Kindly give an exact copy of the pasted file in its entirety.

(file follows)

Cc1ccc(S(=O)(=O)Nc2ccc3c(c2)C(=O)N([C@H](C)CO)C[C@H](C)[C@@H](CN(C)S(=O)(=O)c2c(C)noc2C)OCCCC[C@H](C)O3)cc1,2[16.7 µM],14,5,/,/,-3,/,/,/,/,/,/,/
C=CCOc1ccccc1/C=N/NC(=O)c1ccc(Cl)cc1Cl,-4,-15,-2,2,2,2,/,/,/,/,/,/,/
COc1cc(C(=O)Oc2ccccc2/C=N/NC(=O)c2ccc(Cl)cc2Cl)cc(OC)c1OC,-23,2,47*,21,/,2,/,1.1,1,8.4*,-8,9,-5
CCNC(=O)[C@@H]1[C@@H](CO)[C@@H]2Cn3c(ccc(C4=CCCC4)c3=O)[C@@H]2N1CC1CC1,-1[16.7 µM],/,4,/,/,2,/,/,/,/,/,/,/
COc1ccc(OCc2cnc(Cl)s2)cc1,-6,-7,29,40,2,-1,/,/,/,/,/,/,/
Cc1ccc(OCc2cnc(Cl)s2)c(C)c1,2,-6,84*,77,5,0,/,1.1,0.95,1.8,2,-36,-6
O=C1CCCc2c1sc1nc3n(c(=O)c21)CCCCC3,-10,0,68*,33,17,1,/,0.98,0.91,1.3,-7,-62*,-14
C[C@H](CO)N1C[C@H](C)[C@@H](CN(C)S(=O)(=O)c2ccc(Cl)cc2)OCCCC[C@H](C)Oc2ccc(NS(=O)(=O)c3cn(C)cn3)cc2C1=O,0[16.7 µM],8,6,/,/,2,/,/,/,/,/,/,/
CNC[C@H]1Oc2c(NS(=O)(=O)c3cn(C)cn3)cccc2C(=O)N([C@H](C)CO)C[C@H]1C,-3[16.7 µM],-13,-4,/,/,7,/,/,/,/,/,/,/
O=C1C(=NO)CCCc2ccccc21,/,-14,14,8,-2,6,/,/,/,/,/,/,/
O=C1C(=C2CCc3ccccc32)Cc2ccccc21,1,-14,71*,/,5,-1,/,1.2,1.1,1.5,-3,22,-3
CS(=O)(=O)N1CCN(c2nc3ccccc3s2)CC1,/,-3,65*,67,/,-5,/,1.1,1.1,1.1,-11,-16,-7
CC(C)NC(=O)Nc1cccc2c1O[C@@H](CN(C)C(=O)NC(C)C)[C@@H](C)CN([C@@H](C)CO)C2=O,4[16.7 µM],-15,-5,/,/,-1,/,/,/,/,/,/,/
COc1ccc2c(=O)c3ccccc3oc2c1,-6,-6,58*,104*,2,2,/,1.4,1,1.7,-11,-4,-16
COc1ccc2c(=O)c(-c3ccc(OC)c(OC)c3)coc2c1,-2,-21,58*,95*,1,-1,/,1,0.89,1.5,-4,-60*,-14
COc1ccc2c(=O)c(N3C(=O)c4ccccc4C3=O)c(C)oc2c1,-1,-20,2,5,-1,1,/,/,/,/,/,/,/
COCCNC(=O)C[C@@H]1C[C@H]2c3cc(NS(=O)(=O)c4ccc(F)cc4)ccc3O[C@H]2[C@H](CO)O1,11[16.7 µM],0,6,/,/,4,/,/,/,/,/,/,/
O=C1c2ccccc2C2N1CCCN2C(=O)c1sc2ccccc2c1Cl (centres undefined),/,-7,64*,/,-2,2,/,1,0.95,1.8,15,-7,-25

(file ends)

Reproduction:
Cc1ccc(S(=O)(=O)Nc2ccc3c(c2)C(=O)N([C@H](C)CO)C[C@H](C)[C@@H](CN(C)S(=O)(=O)c2c(C)noc2C)OCCCC[C@H](C)O3)cc1,2[16.7 µM],14,5,/,/,-3,/,/,/,/,/,/,/
C=CCOc1ccccc1/C=N/NC(=O)c1ccc(Cl)cc1Cl,-4,-15,-2,2,2,2,/,/,/,/,/,/,/
COc1cc(C(=O)Oc2ccccc2/C=N/NC(=O)c2ccc(Cl)cc2Cl)cc(OC)c1OC,-23,2,47*,21,/,2,/,1.1,1,8.4*,-8,9,-5
CCNC(=O)[C@@H]1[C@@H](CO)[C@@H]2Cn3c(ccc(C4=CCCC4)c3=O)[C@@H]2N1CC1CC1,-1[16.7 µM],/,4,/,/,2,/,/,/,/,/,/,/
COc1ccc(OCc2cnc(Cl)s2)cc1,-6,-7,29,40,2,-1,/,/,/,/,/,/,/
Cc1ccc(OCc2cnc(Cl)s2)c(C)c1,2,-6,84*,77,5,0,/,1.1,0.95,1.8,2,-36,-6
O=C1CCCc2c1sc1nc3n(c(=O)c21)CCCCC3,-10,0,68*,33,17,1,/,0.98,0.91,1.3,-7,-62*,-14
C[C@H](CO)N1C[C@H](C)[C@@H](CN(C)S(=O)(=O)c2ccc(Cl)cc2)OCCCC[C@H](C)Oc2ccc(NS(=O)(=O)c3cn(C)cn3)cc2C1=O,0[16.7 µM],8,6,/,/,2,/,/,/,/,/,/,/
CNC[C@H]1Oc2c(NS(=O)(=O)c3cn(C)cn3)cccc2C(=O)N([C@H](C)CO)C[C@H]1C,-3[16.7 µM],-13,-4,/,/,7,/,/,/,/,/,/,/
O=C1C(=NO)CCCc2ccccc21,/,-14,14,8,-2,6,/,/,/,/,/,/,/
O=C1C(=C2CCc3ccccc32)Cc2ccccc21,1,-14,71*,/,5,-1,/,1.2,1.1,1.5,-3,22,-3
CS(=O)(=O)N1CCN(c2nc3ccccc3s2)CC1,/,-3,65*,67,/,-5,/,1.1,1.1,1.1,-11,-16,-7
CC(C)NC(=O)Nc1cccc2c1O[C@@H](CN(C)C(=O)NC(C)C)[C@@H](C)CN([C@@H](C)CO)C2=O,4[16.7 µM],-15,-5,/,/,-1,/,/,/,/,/,/,/
COc1ccc2c(=O)c3ccccc3oc2c1,-6,-6,58*,104*,2,2,/,1.4,1,1.7,-11,-4,-16
COc1ccc2c(=O)c(-c3ccc(OC)c(OC)c3)coc2c1,-2,-21,58*,95*,1,-1,/,1,0.89,1.5,-4,-60*,-14
COc1ccc2c(=O)c(N3C(=O)c4ccccc4C3=O)c(C)oc2c1,-1,-20,2,5,-1,1,/,/,/,/,/,/,/
COCCNC(=O)C[C@@H]1C[C@H]2c3cc(NS(=O)(=O)c4ccc(F)cc4)ccc3O[C@H]2[C@H](CO)O1,11[16.7 µM],0,6,/,/,4,/,/,/,/,/,/,/
O=C1c2ccccc2C2N1CCCN2C(=O)c1sc2ccccc2c1Cl (centres undefined),/,-7,64*,/,-2,2,/,1,0.95,1.8,15,-7,-25